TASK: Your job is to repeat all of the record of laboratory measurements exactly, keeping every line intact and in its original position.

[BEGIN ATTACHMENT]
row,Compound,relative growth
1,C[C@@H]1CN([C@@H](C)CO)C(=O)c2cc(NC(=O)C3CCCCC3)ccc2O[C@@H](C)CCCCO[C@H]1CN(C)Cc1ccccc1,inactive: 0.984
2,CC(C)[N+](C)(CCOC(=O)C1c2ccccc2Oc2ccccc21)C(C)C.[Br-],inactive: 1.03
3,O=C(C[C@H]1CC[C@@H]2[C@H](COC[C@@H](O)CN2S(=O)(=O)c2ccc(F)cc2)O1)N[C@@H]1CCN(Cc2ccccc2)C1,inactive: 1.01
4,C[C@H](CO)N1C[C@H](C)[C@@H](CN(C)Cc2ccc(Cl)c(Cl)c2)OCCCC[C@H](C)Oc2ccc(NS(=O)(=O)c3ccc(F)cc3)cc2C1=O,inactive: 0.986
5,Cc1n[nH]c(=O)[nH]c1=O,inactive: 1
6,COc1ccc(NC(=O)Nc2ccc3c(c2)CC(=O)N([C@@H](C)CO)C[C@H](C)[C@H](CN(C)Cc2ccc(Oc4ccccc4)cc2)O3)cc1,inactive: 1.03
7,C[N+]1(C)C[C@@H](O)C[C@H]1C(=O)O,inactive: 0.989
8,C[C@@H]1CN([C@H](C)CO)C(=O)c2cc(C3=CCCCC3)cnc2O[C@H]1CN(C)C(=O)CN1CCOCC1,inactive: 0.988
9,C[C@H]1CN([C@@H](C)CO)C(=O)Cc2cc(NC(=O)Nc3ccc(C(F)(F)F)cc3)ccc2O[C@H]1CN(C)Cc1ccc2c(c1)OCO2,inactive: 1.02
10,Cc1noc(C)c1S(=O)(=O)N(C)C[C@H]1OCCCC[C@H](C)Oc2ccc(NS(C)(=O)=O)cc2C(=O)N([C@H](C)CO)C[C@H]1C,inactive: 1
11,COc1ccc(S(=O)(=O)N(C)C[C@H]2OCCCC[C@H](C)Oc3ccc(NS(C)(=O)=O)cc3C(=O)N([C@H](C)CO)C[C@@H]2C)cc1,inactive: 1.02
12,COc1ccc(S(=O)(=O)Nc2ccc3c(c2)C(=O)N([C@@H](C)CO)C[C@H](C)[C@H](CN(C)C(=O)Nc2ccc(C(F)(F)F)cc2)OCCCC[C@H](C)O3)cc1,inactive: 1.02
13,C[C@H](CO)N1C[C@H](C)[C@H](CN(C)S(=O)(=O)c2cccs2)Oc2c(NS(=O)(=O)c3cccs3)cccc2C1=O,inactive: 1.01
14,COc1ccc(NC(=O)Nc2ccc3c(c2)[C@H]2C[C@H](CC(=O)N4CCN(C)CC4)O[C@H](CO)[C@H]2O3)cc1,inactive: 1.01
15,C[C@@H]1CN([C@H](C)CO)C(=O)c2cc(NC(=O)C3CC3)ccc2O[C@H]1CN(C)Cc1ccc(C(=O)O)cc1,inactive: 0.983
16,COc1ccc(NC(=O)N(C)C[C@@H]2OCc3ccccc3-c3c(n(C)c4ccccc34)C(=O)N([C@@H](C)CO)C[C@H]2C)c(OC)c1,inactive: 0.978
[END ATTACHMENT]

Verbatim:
row,Compound,relative growth
1,C[C@@H]1CN([C@@H](C)CO)C(=O)c2cc(NC(=O)C3CCCCC3)ccc2O[C@@H](C)CCCCO[C@H]1CN(C)Cc1ccccc1,inactive: 0.984
2,CC(C)[N+](C)(CCOC(=O)C1c2ccccc2Oc2ccccc21)C(C)C.[Br-],inactive: 1.03
3,O=C(C[C@H]1CC[C@@H]2[C@H](COC[C@@H](O)CN2S(=O)(=O)c2ccc(F)cc2)O1)N[C@@H]1CCN(Cc2ccccc2)C1,inactive: 1.01
4,C[C@H](CO)N1C[C@H](C)[C@@H](CN(C)Cc2ccc(Cl)c(Cl)c2)OCCCC[C@H](C)Oc2ccc(NS(=O)(=O)c3ccc(F)cc3)cc2C1=O,inactive: 0.986
5,Cc1n[nH]c(=O)[nH]c1=O,inactive: 1
6,COc1ccc(NC(=O)Nc2ccc3c(c2)CC(=O)N([C@@H](C)CO)C[C@H](C)[C@H](CN(C)Cc2ccc(Oc4ccccc4)cc2)O3)cc1,inactive: 1.03
7,C[N+]1(C)C[C@@H](O)C[C@H]1C(=O)O,inactive: 0.989
8,C[C@@H]1CN([C@H](C)CO)C(=O)c2cc(C3=CCCCC3)cnc2O[C@H]1CN(C)C(=O)CN1CCOCC1,inactive: 0.988
9,C[C@H]1CN([C@@H](C)CO)C(=O)Cc2cc(NC(=O)Nc3ccc(C(F)(F)F)cc3)ccc2O[C@H]1CN(C)Cc1ccc2c(c1)OCO2,inactive: 1.02
10,Cc1noc(C)c1S(=O)(=O)N(C)C[C@H]1OCCCC[C@H](C)Oc2ccc(NS(C)(=O)=O)cc2C(=O)N([C@H](C)CO)C[C@H]1C,inactive: 1
11,COc1ccc(S(=O)(=O)N(C)C[C@H]2OCCCC[C@H](C)Oc3ccc(NS(C)(=O)=O)cc3C(=O)N([C@H](C)CO)C[C@@H]2C)cc1,inactive: 1.02
12,COc1ccc(S(=O)(=O)Nc2ccc3c(c2)C(=O)N([C@@H](C)CO)C[C@H](C)[C@H](CN(C)C(=O)Nc2ccc(C(F)(F)F)cc2)OCCCC[C@H](C)O3)cc1,inactive: 1.02
13,C[C@H](CO)N1C[C@H](C)[C@H](CN(C)S(=O)(=O)c2cccs2)Oc2c(NS(=O)(=O)c3cccs3)cccc2C1=O,inactive: 1.01
14,COc1ccc(NC(=O)Nc2ccc3c(c2)[C@H]2C[C@H](CC(=O)N4CCN(C)CC4)O[C@H](CO)[C@H]2O3)cc1,inactive: 1.01
15,C[C@@H]1CN([C@H](C)CO)C(=O)c2cc(NC(=O)C3CC3)ccc2O[C@H]1CN(C)Cc1ccc(C(=O)O)cc1,inactive: 0.983
16,COc1ccc(NC(=O)N(C)C[C@@H]2OCc3ccccc3-c3c(n(C)c4ccccc34)C(=O)N([C@@H](C)CO)C[C@H]2C)c(OC)c1,inactive: 0.978